Cleaning Baby’s Nose: How To Get Boogers Out

By admin

It’s wintertime with colds and cases of flu being spread around. No matter how much you look after your baby, she is prone to catching something. Then the sniffles start. 

Mucus in your baby’s nose can cause congestion. Dried mucus turns into boogers that can be a challenge to remove. You don’t want to use your fingers or a q-tip to get rid of them. You can use a saline spray or steam.

It’s not just cold and flu season that can cause your baby’s nose to develop mucus. 

Read on to find out what is behind your baby (and you) developing boogers and how to get rid of them.

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Why does my baby have boogers?

Babies (and us) can get the sniffles during the winter. This is due to the cold air irritating the lining of your baby’s nose. Extra mucus is made to keep the nose moist.

Extra mucus means more boogers being made, especially if your wee one has a cold or the flu. 

But there can be other reasons why your baby is producing boogers. 


Your baby could have an allergy. This can cause nasal congestion and a runny nose. To tell if the problem may be an allergic reaction, have a look at the color of the mucus: it should be clear and watery. 

Weather changes

When the weather’s temperature or humidity changes, it can cause swelling of the membranes within the nasal passages. That can lead to a runny nose. 

Dry air

As your baby inhales dry air through his nose, it can reduce the amount of moisture within the nose. To keep everything moist, nasal mucus is produced. 


Your baby’s nose does a great job of filtering out the unwanted particles from the air she breathes. However, pollution can cause the nasal passages to become irritated and extra mucus to be produced. 

How do I know if my baby has boogers?

You can do your best as a parent and wipe that runny nose. But, unless you look into the nostrils of your wee one, how can you tell if his nose is congested.

Here are some signs to look out for:

  • your baby starts snoring while sleeping
  • puts up a wee fuss during feeding time (because he can’t breathe properly)
  • noisy or more exaggerated breathing habits
  • coughing 
  • your wee one begins to get the sniffles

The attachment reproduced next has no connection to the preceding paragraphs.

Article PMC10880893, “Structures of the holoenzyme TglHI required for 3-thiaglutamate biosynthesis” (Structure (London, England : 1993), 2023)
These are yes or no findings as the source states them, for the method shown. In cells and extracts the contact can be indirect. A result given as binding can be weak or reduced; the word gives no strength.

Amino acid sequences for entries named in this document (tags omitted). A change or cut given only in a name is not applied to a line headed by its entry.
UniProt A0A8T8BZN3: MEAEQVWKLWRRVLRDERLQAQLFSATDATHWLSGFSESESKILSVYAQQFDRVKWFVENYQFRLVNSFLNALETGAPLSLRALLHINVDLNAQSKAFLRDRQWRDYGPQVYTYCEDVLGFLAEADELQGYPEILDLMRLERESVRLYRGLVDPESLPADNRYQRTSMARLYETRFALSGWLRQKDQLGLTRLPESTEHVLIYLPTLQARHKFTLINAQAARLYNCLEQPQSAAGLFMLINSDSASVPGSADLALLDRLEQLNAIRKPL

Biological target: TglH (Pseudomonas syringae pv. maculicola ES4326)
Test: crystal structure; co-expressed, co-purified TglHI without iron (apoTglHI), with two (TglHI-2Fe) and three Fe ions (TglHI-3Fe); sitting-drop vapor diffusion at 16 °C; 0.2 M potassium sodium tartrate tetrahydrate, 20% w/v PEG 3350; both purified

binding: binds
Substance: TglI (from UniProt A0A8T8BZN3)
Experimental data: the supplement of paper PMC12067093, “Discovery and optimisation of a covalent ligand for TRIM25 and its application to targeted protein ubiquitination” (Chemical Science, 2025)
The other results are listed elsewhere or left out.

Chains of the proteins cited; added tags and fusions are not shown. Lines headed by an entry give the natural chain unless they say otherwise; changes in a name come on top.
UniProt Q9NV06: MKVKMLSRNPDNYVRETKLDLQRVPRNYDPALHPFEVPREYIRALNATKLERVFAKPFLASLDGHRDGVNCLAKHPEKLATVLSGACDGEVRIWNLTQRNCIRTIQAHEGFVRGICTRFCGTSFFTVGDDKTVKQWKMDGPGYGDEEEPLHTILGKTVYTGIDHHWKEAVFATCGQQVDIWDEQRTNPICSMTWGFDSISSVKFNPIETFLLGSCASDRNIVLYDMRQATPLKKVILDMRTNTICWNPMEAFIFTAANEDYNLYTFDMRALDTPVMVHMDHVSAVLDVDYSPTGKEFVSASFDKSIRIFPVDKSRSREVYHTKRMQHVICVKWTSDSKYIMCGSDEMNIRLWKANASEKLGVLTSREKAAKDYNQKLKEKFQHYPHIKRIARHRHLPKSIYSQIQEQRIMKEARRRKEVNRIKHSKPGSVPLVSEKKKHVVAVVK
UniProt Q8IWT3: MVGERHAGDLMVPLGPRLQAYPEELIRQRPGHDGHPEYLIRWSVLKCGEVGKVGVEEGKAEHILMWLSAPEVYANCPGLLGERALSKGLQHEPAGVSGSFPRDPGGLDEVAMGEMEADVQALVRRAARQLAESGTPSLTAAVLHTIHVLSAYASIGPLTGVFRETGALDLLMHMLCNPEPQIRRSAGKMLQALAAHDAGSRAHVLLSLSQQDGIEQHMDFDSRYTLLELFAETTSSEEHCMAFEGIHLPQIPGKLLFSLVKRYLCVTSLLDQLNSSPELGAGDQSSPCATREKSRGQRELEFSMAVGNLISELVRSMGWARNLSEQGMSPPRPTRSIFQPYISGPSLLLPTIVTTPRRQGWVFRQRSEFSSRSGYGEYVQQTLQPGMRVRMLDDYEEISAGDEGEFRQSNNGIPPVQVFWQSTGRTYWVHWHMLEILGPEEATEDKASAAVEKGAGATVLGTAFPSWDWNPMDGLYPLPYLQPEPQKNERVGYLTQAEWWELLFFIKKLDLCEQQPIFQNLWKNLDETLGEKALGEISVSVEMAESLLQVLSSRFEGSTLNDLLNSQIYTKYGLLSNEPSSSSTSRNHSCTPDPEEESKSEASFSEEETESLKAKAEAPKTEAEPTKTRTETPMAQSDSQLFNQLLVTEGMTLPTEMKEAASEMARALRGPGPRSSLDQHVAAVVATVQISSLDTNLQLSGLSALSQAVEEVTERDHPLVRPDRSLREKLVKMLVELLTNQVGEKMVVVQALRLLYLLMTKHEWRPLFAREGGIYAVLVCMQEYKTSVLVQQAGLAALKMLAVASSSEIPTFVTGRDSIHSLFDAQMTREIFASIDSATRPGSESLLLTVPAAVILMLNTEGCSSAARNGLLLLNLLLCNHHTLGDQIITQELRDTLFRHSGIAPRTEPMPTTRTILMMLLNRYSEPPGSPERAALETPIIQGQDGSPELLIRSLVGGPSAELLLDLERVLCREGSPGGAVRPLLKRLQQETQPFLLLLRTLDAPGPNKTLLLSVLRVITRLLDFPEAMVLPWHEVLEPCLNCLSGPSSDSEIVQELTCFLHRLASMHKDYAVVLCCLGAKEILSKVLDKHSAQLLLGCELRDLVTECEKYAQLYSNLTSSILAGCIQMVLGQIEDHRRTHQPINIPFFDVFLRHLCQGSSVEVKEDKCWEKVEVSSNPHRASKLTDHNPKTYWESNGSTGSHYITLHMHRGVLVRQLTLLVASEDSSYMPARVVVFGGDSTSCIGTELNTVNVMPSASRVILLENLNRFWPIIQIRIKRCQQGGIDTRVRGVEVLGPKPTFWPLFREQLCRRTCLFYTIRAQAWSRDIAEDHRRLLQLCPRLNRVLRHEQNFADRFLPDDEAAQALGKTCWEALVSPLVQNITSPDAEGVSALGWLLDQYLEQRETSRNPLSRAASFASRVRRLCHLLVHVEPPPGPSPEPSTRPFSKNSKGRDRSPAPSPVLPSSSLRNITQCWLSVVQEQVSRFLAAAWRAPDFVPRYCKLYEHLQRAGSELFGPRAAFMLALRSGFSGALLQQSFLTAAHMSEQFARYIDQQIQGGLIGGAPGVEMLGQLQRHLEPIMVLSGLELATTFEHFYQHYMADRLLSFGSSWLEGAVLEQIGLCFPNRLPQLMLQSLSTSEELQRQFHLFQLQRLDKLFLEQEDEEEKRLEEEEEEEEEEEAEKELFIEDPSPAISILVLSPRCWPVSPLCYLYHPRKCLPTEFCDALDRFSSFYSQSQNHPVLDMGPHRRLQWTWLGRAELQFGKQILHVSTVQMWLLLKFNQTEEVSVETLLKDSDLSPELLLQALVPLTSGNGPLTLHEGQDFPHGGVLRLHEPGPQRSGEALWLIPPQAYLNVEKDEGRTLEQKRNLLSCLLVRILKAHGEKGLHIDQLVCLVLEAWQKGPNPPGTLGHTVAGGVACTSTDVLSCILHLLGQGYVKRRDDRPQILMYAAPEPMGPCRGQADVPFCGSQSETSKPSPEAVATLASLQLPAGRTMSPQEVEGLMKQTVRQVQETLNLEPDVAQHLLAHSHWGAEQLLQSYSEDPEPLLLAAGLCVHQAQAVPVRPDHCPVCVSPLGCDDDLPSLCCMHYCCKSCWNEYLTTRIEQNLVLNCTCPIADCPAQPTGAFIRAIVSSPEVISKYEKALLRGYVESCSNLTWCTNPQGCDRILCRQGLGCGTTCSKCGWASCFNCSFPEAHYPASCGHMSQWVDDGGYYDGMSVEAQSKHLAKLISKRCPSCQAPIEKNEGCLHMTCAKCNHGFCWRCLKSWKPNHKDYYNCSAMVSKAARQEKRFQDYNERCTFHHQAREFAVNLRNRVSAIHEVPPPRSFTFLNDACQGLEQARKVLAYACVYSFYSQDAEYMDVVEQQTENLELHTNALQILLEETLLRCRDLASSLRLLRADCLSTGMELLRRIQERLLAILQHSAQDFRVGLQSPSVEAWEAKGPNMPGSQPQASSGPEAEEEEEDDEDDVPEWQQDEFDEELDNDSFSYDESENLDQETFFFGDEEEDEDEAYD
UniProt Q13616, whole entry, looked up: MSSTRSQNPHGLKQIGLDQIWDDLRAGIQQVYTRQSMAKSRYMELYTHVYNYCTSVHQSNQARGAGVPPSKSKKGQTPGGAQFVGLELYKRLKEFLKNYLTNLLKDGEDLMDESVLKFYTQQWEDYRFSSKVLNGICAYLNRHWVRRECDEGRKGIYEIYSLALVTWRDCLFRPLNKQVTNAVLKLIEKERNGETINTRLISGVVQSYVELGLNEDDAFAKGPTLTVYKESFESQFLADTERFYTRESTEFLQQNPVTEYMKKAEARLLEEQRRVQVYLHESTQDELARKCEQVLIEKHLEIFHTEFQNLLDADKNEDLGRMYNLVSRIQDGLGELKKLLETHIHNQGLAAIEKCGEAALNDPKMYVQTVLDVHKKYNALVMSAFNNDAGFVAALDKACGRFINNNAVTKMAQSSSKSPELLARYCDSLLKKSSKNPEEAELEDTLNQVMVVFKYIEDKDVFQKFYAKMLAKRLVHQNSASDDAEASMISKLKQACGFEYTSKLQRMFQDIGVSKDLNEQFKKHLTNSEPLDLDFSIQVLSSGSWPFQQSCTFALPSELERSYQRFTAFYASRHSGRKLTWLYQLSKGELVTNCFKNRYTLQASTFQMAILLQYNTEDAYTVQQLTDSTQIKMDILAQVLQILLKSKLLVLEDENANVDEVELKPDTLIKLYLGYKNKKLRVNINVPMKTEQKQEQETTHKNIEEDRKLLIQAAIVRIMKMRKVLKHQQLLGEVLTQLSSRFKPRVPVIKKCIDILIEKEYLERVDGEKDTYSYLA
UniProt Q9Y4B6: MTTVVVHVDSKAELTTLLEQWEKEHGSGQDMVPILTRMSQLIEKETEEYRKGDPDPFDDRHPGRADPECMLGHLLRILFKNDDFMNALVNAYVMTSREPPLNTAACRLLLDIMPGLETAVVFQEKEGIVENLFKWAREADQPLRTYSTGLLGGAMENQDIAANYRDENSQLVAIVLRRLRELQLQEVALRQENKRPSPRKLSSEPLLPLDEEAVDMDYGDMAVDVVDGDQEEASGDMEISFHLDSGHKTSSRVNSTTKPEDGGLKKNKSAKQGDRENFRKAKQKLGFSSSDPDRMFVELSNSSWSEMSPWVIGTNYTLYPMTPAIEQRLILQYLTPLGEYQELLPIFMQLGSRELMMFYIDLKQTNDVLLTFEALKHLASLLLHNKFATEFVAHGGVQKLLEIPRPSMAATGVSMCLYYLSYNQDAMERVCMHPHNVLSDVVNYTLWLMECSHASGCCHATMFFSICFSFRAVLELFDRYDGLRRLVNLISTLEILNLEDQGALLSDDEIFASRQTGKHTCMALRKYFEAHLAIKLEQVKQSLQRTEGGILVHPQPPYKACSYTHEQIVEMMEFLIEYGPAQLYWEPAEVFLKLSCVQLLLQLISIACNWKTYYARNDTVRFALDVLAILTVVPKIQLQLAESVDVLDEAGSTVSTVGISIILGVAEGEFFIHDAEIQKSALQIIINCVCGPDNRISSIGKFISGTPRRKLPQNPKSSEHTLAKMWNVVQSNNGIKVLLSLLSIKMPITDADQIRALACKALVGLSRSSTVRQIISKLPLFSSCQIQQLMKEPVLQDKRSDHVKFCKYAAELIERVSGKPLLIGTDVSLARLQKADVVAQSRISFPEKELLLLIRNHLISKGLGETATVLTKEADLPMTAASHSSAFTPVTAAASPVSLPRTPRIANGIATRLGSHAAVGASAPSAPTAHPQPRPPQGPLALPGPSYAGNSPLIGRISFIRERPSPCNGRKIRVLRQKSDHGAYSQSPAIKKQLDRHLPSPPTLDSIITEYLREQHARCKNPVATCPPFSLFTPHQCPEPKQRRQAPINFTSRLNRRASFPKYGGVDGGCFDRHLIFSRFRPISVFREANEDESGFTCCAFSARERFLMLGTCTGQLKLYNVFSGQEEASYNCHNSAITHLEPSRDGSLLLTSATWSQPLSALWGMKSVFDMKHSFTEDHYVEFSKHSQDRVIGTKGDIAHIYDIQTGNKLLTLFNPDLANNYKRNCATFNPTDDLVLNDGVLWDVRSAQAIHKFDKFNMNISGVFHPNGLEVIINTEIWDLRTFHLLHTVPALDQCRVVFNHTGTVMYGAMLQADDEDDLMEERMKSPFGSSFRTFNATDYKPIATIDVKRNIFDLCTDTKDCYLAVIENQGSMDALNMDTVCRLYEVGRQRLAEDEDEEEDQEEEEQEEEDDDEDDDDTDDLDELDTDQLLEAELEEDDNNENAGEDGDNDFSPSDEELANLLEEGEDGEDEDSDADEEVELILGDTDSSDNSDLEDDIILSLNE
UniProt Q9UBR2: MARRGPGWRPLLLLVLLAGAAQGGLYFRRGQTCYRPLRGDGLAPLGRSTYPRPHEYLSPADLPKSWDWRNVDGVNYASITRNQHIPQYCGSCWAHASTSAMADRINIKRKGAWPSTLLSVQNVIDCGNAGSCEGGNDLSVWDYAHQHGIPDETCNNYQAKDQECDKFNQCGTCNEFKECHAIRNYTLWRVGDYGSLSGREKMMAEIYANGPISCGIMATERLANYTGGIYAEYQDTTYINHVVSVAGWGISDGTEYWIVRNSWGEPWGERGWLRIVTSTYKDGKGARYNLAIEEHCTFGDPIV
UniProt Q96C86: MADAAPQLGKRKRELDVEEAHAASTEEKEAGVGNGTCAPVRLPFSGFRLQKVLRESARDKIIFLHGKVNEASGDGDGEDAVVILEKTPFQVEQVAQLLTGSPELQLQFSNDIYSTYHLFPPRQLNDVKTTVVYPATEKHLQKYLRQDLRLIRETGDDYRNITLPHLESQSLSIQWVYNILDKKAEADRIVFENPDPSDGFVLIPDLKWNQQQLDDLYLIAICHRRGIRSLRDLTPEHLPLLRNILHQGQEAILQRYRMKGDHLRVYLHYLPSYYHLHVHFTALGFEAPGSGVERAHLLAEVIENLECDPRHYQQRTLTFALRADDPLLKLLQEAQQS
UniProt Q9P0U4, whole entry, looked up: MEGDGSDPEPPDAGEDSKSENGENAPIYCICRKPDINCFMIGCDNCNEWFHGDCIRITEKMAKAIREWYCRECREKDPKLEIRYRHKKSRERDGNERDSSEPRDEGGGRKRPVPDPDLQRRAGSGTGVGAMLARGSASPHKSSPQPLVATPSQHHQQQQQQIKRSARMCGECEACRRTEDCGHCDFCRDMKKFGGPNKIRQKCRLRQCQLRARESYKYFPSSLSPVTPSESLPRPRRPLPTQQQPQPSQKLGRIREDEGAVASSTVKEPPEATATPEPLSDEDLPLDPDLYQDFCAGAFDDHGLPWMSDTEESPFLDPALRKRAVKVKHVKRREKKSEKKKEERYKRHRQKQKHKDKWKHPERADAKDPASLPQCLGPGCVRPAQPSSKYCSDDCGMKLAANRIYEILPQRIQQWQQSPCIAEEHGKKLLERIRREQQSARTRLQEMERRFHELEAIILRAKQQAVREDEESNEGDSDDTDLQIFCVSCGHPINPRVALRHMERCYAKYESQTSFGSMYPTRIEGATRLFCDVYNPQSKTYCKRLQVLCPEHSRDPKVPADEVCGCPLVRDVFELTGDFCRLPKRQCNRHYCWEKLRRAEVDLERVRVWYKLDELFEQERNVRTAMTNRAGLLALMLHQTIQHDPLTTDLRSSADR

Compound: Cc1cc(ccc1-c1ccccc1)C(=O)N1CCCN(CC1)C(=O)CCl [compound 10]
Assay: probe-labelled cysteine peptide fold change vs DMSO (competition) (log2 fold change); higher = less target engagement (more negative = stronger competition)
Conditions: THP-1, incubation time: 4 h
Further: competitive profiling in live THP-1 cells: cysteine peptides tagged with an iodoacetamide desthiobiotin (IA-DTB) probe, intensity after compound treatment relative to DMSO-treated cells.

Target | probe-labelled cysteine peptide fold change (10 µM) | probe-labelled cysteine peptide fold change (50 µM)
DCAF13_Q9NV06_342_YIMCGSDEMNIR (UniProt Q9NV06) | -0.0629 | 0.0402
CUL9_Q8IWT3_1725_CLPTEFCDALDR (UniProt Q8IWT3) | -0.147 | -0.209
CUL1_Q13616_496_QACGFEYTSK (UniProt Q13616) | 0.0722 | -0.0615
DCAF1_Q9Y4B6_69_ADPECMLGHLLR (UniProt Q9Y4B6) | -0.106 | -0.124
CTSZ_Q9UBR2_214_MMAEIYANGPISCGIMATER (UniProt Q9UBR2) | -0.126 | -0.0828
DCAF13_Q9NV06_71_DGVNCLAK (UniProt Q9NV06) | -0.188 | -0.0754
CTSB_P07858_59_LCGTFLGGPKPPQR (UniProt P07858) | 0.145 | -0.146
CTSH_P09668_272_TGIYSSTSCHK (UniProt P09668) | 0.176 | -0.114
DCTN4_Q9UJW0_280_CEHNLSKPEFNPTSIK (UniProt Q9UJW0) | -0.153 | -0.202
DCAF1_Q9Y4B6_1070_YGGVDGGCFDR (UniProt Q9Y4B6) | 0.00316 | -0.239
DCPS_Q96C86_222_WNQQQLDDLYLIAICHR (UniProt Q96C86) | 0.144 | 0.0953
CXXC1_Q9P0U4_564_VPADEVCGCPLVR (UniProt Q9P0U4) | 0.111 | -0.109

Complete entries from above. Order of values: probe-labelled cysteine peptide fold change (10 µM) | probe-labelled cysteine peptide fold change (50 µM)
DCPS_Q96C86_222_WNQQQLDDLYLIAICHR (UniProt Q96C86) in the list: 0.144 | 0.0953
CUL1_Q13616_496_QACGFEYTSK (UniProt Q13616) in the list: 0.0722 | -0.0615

Keeping a constant check up your baby’s nose can minimize the opportunity for boogers to develop and dry out. 

When you do discover them, there is a variety of methods you can use to get rid of the boogers. 

How to clear your baby’s nose

The best way to deal with the situation is to clear the mucus before it has time to dry. Yet, if it doesn’t become solid you can still take care of the problem. It requires you to soften the boogers before removing the. 

Dealing with the dry stuff

If the mucus in your baby’s nose has hardened, you don’t want to pick it out. Using your fingers or a q-tip can cause the inside of the nose to be scratched or cause unintended pain for your littlie. 

The trick is to add moisture to the boogers. There are some options you can choose for the process. 

Use a saline spray

This is a popular method. You insert the nozzle of the spray bottle into the nostril of your baby, then give it two or three squirts. Repeat the process for the other nostril and you’re done.

To reduce the chance of your baby reacting negatively to the process, wait until they are naturally calm such as when they lying down in their crib. 

You can make your own saline solution. Add a teaspoon of salt to eight ounces of warm water. Pour your saline mix into a spray bottle then use it to melt the boogers. 

Add some steam

Steam is moisture. When your baby is congested steam can loosen the mucus and make it easier to remove. 

Turn on the shower in your bathroom and allow the room to fill up with steam. Take your baby and enter the bathroom (there is no need to go into the shower).

Just spend time in the steamy room. This will help your baby’s congested nose. 

Control the humidity 

Dry air can be an enemy to your baby’s nose. Keep some moisture in the air by using a humidifier.